Education, elementary.William Torrey Harris (q. v.)the U. S. Commissioner of Education since 1889, one of the highest authorities on the subject of education, writes as follows:
At the meeting in 1892 the National Educational Association appointed a committee of ten persons to consider and report upon the subjects of study and the methods of instruction in secondary schools, including public high schools, private academies, and schools preparing students for college. President Eliot, of Harvard, was appointed chairman, with nine associates, four of whom were presidents of colleges, one a professor in a college, two principals of public high schools, and one head master of a preparatory school. This committee of ten, as it is generally called, had authority to select the members of special conferences and to arrange meetings for the discussion of the principal subjects taught in preparatory schools. The subjects represented were Latin, Greek, English, other modern languages, mathematics, natural philosophy (including physics, astronomy, and chemistry), natural history (and biology, including botany, zoology, and physiology), history (including also civil government and political economy), geography (including physical geography, geology, and meteorology). The National Educational Association appropriated the sum of $2,500 towards defraying the expenses of the conferences. The report was completed and published in the spring of 1894. Thirty thousand copies were distributed by the national bureau of education, and since then edition after edition has been printed and sold by the National Educational Association through an agent. No educational document before published in this country has been more widely read or has excited more helpful discussion. The secondary instruction of the country has been considered to be the weakest part of the entire system, although it is conceded on all hands that the teachers in secondary schools are, on the average, much superior in professional and general culture to the teachers in elementary schools, if not to those in colleges. The reason for this defect in secondary schools has been found in the course of study. A majority of the public high schools and a larger majority of the private academies dilute their secondary course of study by continuing elementary studies beyond their proper limit. Arithmetic, descriptive geography, grammar, history of one's native country, literature written in the colloquial vocabulary, are each and all very nourishing to the mind when first begun, but their educative value is soon exhausted. The mind needs for its continuous development more advanced branches, such as algebra and geometry, physical geography, a foreign language, general history. But for these the secondary school often substitutes other branches that involve no new methods nor more complex ideas, and the pupil stops in the elementary stage of growth. The influence of the report of the committee of ten has been to impel secondary schools towards the choice of well-balanced courses — of study containing subjects which belong essentially to secondary education, like algebra, Latin, or physics; and at the same time either to discontinue elementary branches, or to apply to the study of these a superior method, by which their principles are traced into higher branches and explained. The success of the report of the committee of ten has been such as to arouse eager interest in a similar inquiry into the work of the elementary schools. Already, in February, 1893, a committee had been appointed by the department of superintendence in the National Educational Association. It was made to consist of fifteen members instead of ten, and has been known as the committee of fifteen. The report of this committee of fifteen was submitted to the department of superintendents at the meeting in 1895. It is the object of this paper to indicate briefly the points that give it importance.  If one were to summarize concisely the history of educational progress in the United States for the nineteenth century as regards the elementary schools, he would say that there has been a change from the ungraded school in the sparsely settled district to the graded school of the city and large village. The ungraded school held a short session of three or four months, was taught by a makeshift teacher, had mostly individual instruction, with thirty or forty recitations to be heard and five minutes or less of the teacher's time per day for each. The graded school has classified its pupils according to the degree of advancement and assigns two classes to a teacher. Instead of five minutes for a recitation, there are twenty or thirty minutes, and the teacher has an opportunity to go behind the words of the book and by discussion and questioning probe the lesson, find what the pupil really understands and can explain in his own words. Each member of the class learns more from the answers of his fellow-pupils and from the cross-questioning of the teacher than he could learn from a lesson of equal length with a tutor entirely devoted to himself. The graded school continues for ten months instead of three, and employs or may employ a professional educated teacher. This is the most important item of progress to be mentioned in the history of our education. Normal schools, 200 in number, have been created in the various States, and it is estimated that the cities, large and small, have an average of 50 per cent. of professionally trained teachers, while the ungraded schools in the rural districts are taught by persons who leave their regular vocations and resort to teaching for a small portion of the year. The urban and suburban population, counting in the large villages, is at present about 50 per cent. of the population of the whole country. One improvement leads to another, and where the graded school has been established with its professionally trained teachers it has been followed by the appointment of experts as superintendents, until over 800 cities and towns in the nation have such supervision. The fifty States have each a State superintendent, who, in most cases, controls the licensing of teachers in rural districts. With the advent of the professional teacher and the expert supervisor, there has arrived an era of experiment and agitation for reforms. The general trend of school reforms may be characterized as in the direction of securing the interest of the pupil. All the new devices have in view the awakening of the pupil's inner spring of action. He is to be interested and made to act along lines of rational culture through his own impulse. The older methods looked less to interesting the pupil than to disciplining the will in rational forms. “Make the pupil familiar with self-sacrifice, make it a second nature to follow the behest of duty and heroically stifle selfish desires” —this was their motto, expressed or implied. It was an education addressed primarily to the will. The new education is addressed to the feelings and desires. Its motto is: “Develop the pupil through his desires and interests.” Goethe preached this doctrine in his Wilhelm Meister. Froebel founded the kindergarten system on it. Colonel Parker's Quincy school experiment was, and his Cook County Normal School is, a centre for the promulgation of this idea. Those who advocate an extension of the system of elective studies in the colleges and its introduction even into secondary and elementary schools justify it by the principle of interest. It is noteworthy that this word “interest” is the watchword of the disciples of the Herbartian system of pedagogy. Herbart, in his psychology, substituted desire for will. He recognizes intellect and feeling and desire (Begierde). Desire is, of course, a species of feeling— for feeling includes sensations and desires, the former allied to the intellect and the latter to the will. But sensation is not yet intellect, nor is desire will; both are only feeling. I have described and illustrated this general trend of school reform in order to show its strength and its weakness, and to indicate the province marked out for a report that should treat of the branches of study and the methods of instruction in the elementary school and suggest improvement.  While the old education in its exclusive devotion to will-training has slighted the intellect and the heart (or feelings), the new education moves likewise towards an extreme as bad, or worse. It slights direct will-culture and tends to exaggerate impulse and inclination or interest. An educational psychology that degrades will to desire must perforce construct an elaborate system for the purpose of developing moral interests and desires. This, however, does not quite succeed until the old doctrine of self-sacrifice for the sake of the good is reached.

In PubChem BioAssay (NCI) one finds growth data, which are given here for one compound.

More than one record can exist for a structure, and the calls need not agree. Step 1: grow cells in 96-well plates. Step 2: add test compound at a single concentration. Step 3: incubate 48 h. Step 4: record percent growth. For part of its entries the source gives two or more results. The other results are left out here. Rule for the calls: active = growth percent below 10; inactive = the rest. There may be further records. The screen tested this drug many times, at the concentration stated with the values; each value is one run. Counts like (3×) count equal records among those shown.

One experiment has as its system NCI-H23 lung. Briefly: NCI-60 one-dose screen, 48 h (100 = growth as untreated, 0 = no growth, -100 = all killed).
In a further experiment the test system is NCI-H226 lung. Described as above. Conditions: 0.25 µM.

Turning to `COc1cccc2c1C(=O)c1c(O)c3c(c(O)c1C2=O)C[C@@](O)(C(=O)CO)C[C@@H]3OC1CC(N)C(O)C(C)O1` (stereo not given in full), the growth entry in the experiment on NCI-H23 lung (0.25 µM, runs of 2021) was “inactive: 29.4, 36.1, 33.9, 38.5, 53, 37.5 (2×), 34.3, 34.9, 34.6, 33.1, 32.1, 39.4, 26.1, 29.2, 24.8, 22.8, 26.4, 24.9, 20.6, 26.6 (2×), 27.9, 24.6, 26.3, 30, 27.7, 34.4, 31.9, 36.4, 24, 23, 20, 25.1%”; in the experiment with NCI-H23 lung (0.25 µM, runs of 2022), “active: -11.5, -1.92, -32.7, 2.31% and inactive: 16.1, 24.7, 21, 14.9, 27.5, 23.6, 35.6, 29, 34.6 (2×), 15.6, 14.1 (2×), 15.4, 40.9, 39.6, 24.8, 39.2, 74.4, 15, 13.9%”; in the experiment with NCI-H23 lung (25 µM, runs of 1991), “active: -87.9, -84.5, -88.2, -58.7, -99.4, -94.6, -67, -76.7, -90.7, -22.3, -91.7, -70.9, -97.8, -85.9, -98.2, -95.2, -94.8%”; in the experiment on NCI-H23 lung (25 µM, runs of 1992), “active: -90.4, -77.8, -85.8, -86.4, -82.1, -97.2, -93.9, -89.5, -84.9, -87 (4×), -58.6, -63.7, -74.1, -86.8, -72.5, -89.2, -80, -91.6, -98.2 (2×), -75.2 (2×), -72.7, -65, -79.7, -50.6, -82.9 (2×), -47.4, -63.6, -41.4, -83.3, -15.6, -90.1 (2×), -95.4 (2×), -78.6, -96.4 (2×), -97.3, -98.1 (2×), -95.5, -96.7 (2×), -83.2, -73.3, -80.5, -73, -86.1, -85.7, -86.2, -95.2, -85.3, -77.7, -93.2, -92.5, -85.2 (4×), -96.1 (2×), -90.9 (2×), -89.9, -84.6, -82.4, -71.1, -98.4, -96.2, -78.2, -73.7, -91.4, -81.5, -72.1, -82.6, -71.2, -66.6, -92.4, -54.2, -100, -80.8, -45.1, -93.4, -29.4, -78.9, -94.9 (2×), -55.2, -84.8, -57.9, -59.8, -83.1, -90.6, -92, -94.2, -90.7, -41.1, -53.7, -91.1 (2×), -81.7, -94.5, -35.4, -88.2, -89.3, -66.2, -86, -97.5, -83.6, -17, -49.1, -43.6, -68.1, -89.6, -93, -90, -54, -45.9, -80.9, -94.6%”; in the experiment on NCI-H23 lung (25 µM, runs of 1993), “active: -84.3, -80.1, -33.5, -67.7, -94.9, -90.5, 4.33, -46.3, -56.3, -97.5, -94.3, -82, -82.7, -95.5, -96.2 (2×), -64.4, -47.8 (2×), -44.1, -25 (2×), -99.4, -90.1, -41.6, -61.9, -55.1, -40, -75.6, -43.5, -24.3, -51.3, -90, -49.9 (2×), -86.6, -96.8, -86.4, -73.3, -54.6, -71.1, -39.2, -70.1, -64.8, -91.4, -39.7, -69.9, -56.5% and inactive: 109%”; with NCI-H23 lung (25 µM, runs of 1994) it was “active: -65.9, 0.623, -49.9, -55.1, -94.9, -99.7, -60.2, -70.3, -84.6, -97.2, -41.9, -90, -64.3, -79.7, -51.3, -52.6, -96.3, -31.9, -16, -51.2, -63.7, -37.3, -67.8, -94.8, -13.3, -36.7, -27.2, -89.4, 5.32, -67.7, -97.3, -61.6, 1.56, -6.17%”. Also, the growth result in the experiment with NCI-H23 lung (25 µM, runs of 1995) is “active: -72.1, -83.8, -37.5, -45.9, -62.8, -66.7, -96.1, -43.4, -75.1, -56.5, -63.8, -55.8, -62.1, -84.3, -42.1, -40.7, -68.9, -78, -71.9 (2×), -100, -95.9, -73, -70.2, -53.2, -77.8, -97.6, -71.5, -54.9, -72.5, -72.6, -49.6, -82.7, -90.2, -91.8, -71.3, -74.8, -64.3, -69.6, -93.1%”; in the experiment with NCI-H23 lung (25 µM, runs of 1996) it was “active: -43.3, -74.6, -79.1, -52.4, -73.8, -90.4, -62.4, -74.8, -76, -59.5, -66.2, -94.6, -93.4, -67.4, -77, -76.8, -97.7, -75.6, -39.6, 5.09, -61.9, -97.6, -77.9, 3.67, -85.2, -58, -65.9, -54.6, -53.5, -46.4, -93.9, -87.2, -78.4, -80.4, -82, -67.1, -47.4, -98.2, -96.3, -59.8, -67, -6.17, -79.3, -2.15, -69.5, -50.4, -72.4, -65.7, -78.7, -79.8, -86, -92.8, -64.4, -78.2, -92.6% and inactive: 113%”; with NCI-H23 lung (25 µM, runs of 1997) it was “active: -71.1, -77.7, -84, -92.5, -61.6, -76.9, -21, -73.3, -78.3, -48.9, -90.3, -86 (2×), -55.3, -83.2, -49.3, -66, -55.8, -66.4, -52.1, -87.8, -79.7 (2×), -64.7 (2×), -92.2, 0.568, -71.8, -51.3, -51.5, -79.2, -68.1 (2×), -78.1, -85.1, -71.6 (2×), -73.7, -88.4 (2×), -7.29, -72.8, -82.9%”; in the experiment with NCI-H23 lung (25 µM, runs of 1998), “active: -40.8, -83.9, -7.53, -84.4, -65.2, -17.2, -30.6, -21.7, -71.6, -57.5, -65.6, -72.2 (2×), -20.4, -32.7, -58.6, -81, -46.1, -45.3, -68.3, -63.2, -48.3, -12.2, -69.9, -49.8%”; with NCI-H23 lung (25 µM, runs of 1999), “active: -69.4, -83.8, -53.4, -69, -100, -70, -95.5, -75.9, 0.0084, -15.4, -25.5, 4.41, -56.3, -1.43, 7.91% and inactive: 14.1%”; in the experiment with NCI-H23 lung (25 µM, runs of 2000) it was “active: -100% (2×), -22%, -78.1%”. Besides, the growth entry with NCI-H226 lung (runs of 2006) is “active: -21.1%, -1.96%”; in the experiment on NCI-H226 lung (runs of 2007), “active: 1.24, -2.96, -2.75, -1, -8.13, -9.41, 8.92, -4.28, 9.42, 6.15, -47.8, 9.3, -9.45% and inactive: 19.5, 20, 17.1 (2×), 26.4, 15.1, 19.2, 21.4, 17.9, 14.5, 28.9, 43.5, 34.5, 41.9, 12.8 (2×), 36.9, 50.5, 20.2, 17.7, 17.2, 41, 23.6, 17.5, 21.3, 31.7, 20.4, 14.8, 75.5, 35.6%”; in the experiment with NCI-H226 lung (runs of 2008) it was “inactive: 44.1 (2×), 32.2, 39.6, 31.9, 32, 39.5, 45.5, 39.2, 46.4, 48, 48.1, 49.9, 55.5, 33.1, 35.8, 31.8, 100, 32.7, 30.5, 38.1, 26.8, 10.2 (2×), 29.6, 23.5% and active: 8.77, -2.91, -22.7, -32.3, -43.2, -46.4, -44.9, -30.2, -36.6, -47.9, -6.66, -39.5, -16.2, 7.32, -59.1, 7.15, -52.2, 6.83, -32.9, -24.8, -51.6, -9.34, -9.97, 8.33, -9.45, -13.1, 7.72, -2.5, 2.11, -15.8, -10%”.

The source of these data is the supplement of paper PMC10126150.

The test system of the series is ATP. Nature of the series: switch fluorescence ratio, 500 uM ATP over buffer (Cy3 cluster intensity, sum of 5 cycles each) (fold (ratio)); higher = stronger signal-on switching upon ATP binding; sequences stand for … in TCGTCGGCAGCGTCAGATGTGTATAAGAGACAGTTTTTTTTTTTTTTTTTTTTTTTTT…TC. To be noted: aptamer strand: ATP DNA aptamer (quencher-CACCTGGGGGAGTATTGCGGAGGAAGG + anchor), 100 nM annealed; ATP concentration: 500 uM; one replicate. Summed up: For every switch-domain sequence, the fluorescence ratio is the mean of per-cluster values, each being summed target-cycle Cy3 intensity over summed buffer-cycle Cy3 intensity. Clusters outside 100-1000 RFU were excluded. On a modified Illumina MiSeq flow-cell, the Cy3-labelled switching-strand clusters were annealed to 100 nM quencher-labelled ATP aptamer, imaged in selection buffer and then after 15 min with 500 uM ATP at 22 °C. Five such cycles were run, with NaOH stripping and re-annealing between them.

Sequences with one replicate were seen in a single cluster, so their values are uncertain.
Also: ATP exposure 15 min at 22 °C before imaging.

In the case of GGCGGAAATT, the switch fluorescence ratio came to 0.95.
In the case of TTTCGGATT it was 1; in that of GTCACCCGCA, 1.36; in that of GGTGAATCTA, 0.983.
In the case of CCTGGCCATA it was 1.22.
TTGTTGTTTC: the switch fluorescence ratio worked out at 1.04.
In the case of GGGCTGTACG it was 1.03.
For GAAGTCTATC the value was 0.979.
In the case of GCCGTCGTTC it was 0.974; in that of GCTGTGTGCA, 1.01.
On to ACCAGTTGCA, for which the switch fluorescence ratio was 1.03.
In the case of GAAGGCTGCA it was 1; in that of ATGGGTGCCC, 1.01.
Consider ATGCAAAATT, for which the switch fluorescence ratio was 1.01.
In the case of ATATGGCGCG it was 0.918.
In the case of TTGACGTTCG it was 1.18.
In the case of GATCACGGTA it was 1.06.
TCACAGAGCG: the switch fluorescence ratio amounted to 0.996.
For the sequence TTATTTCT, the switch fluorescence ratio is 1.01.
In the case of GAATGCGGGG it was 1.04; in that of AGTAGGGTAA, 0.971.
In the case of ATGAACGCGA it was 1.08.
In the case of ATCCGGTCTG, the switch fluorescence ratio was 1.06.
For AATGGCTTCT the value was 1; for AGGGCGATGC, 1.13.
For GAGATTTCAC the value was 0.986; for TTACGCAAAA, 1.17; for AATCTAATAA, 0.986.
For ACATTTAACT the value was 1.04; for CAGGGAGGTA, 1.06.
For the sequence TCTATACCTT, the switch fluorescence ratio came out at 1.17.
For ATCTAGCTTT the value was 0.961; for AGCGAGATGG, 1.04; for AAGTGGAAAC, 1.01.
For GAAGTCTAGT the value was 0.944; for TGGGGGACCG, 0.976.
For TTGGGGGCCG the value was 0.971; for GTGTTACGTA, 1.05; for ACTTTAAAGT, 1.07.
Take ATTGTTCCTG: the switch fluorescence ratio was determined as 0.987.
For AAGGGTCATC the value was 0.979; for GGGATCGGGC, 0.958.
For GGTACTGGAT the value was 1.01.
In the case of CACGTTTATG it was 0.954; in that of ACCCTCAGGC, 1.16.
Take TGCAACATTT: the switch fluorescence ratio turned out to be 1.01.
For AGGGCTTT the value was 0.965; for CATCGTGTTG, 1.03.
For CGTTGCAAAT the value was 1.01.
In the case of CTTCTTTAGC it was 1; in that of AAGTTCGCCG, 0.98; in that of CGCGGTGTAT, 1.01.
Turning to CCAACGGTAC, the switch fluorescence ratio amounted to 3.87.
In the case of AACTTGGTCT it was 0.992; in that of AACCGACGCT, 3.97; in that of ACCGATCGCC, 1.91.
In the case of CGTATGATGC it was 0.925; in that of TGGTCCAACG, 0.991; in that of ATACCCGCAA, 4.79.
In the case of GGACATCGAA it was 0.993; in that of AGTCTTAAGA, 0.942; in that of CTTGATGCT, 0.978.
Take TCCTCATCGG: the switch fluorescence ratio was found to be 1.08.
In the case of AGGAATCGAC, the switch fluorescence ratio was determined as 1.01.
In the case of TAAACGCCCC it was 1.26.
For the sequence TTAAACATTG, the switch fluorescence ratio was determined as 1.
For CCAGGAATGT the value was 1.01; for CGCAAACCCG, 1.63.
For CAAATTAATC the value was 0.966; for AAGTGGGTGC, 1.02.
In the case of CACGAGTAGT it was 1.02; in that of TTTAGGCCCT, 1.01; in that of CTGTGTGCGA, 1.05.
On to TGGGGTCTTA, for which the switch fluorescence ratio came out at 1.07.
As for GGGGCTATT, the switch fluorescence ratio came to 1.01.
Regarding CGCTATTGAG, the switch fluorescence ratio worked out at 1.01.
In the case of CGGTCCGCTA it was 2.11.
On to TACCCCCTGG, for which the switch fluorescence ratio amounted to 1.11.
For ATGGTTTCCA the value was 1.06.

Our wills are ours, to make them thine.The philosophy of the Bhagavad Gita holds that the goal of culture is to annihilate all interest and attain absolute indifference—this is adopted by Buddhism in the doctrine of Nirvana. Indian renunciation reaches the denial of selfhood, while the Christian doctrine of renunciation reaches only to the denial of selfishness and the adoption of altruistic interests. However this may be, the pedagogic impulse to create devices for awakening the interest of the pupil becomes sometimes a craze for novelty. Change at any price and change of any kind is clamored for. It is a trite saying that change is not progress. It is more apt to be movement in a circle or even retrogression. An amusing example was lately furnished in educational circles. A superintendent of rural schools defended their want of classification as an advantage. It was “individual instruction,” and, as such, an improvement over that of the graded school of the cities. His reactionary movement received the support of some of the advocates of educational reform on the ground that it was a new departure. This happened at a time when one-half of the school children in the United States are still taught, or rather allowed to memorize their text-books, by this method. The sub-committees on training of teachers and on organization of city school systems have brought forward, in their respective reports, the latest devised measures for the perfection of normal schools and the procurement of expert supervisors for city school systems. The importance of the recommendations regarding schools for the training of teachers is seen when one recalls to mind the fact that the entire upward movement of the elementary schools has been initiated and sustained by the employment of professionally trained teachers, and that the increase of urban population has made it possible. In the normal school the candidate is taught the history of education, the approved methods of instruction, and the grounds of each branch of study as they are to be found in the sciences that it presupposes. The method of eliminating politics from the control of a city school system is discussed in Judge Draper's frank and persuasive style, and a plan in essential particulars similar to that adopted in the city of Cleveland is recommended for trial in all large cities. A small schoolboard of five or ten members is appointed by the mayor, which, in turn, elects a school-director (but this officer may also be appointed by the mayor), who takes charge of the business side of the management of schools. For the professional side of the work a superintendent is appointed by the school-director, with the approval of two-thirds or three-fourths of the school-board. The terms of office suggested are, respectively, for the members of the school-board appointed by the mayor, five years; for the school-director, five years; for the superintendent, five to ten years. The superintendent appoints all teachers from an eligible list of candidates whose qualifications are defined by the school-board. This plan of government is based on the idea of the importance of personal responsibility at all points in the administration. Only an actual trial can determine its strength or weakness. All plans, as Judge Draper well says, presuppose a public spirit and a moral sense on the part of the people; they presuppose a sincere desire for good schools and a fair knowledge of what good schools are and of the best means of creating them. Where the whole people possesses political power, the intelligent and virtuous citizens must exert a continual influence or else the demagogues will come into office. For the natural representative of the weakling classes is the demagogue. Whether the citizen is weak in intellect, or thrift, or  morals, it is all the same; he will vote for the demagogue as ruler. The report on the correlation of studies is an attempt to reconcile the old and the new in education by discovering what in the course of study is or should be permanent and what in the nature of things is transient. It admits the claims of the new education, as to making the appeal to the child's interest paramount, so far as this relates to the methods of instruction, but it finds a limit to this in the matters to be taught. It discusses the educational value of the five principal factors of the course of study in order to determine clearly where the proposed new branches of study belong and what they add to the old curriculum. These five components of a course of study are: (1) Grammar, as a study of the structure of language; (2) Literature, as a study of the art form of Language—literature as furnishing a revelation of human nature in all its types; (3) Mathematics, as furnishing the laws of matter in movement and rest—the laws grounded in the nature of space and time; (4) Geography, as a compend of natural and social science-unfolding later, in secondary and higher education, into geology, botany, zoology, meteorology on the one hand, and into anthropology and sociology, economics and politics on the other; (5) History, as showing the origin and growth of institutions, especially of the state. It appears that these five branches cover the two worlds of man and nature, and that all theoretical studies fall within these lines. This is the correlation of study. Each essential branch has some educational value that another does not possess. Each branch also serves the function of correlating the child to his environment—namely, to the two worlds of nature and human society. Hitherto, we are told in this report, the course of study has been justified on psychological grounds— “literature cultivates the memory and the imagination” ; “arithmetic the reason,” etc. But each branch has in some measure a claim on all the faculties. Arithmetic cultivates the memory of quantity, the imagination of successions, and the reason in a peculiar figure of the syllogism different from the three figures used in qualitative reasoning. The report, however, makes frequent appeal to experimental psychology in dealing with the question of the time devoted to the several branches. For example, it often discusses the danger of too much thoroughness of drill in teaching and the use of processes that become mechanical after some time. The rapid addition of numbers, the study of the geometrical solids, the identification of the colors of the spectrum, the reading of insipid pieces written in the colloquial vocabulary, the memorizing of localities and dates; all these things may be continued so long under the plea of “thoroughness” as to paralyze the mind, or fix it in some stage of arrested growth. The committee have been at much pains to point out the importance of leaving a branch of study when it has been studied long enough to exhaust its educational value. It is shown in the case of arithmetic that it ought to be replaced by algebra two years earlier than is the custom in the public schools at present. The arithmetical method should not be used to solve the class of problems that are more easily solved by algebra. So, too, it is contended that English grammar should be discontinued at the close of the seventh year, and French, German, or Latin—preferably the last—substituted for it. The educative value of a study on its psychological side is greatest at the beginning. The first six months in the study of algebra or Latin—it is claimed that even the first four weeks—are more valuable than the same length of time later on. For the first lessons make one acquainted with a new method of viewing things. In recommending the introduction of Latin and algebra into the seventh and eighth years of the elementary school course, the committee are in accord with the committee of ten, who urged the earlier commencement of the secondary course of study. The committee urge strongly the subordination of elocution and grammar in the reading exercises to the study of the contents of the literary work of art, holding that the best lesson learned at school is the mastery of a poetic gem or a selection from a great prose writer. It is contended that the selections found in the school readers often possess more literary unity than the whole works from which they  were taken, as in the case of Byron's Battle of Waterloo from Childe Harold. The importance of studying the unity of a work of art is dwelt upon in different parts of the report, and the old method of parsing works of art censured. An example of the Herbartian correlation is found in the method recommended for teaching geography—namely, that the industrial and commercial idea should be the centre from which the pupil moves out in two directions—from the supply of his needs for food, clothing, shelter, and culture he moves out on the side of nature to the “elements of difference,” that is to say, to the differences of climate, soil, productions, and races of men, explaining finally by geology, astronomy, and meteorology how these differences arose. On the other hand, he moves towards the study of man, in his sociology, history, and economics, discovering what means the race has invented to overcome those “elements of difference” and supply the manifold wants of man wherever he lives by making him participant in the productions of all climes through the world commerce. Likewise in the study of general history the committee suggest that the old method of beginning with the earliest ages be discontinued and that a regressive method be adopted, proceeding from United States history back to English history, and thence to Rome, Greece, and Judea, and the other sources of our civilization. In contrast to this genuine correlation the report describes an example of what it calls “artificial correlation” —where Robinson Crusoe or some literary work of art is made the centre of study for a considerable period of time, and geography, arithmetic, and other branches taught incidentally in connection with it. Perhaps the most important portion of this report is its attempt to draw a line between secondary and elementary studies. The recommendation to shorten the time devoted to the strictly elementary work, and to take up the two chief secondary studies in the seventh and eighth years will, when generally adopted, largely increase the number of pupils who continue their school life into secondary and higher education. This, with the subordination of grammar to literary art and the shortening of the course in arithmetic, leaving what General Walker calls the “conundrums” for algebraic treatment, makes a series of radical departures which ought to please the warm advocates of progressive measures, notwithstanding the fact that strongly conservative position is taken regarding the educational value of the staple branches hitherto taught.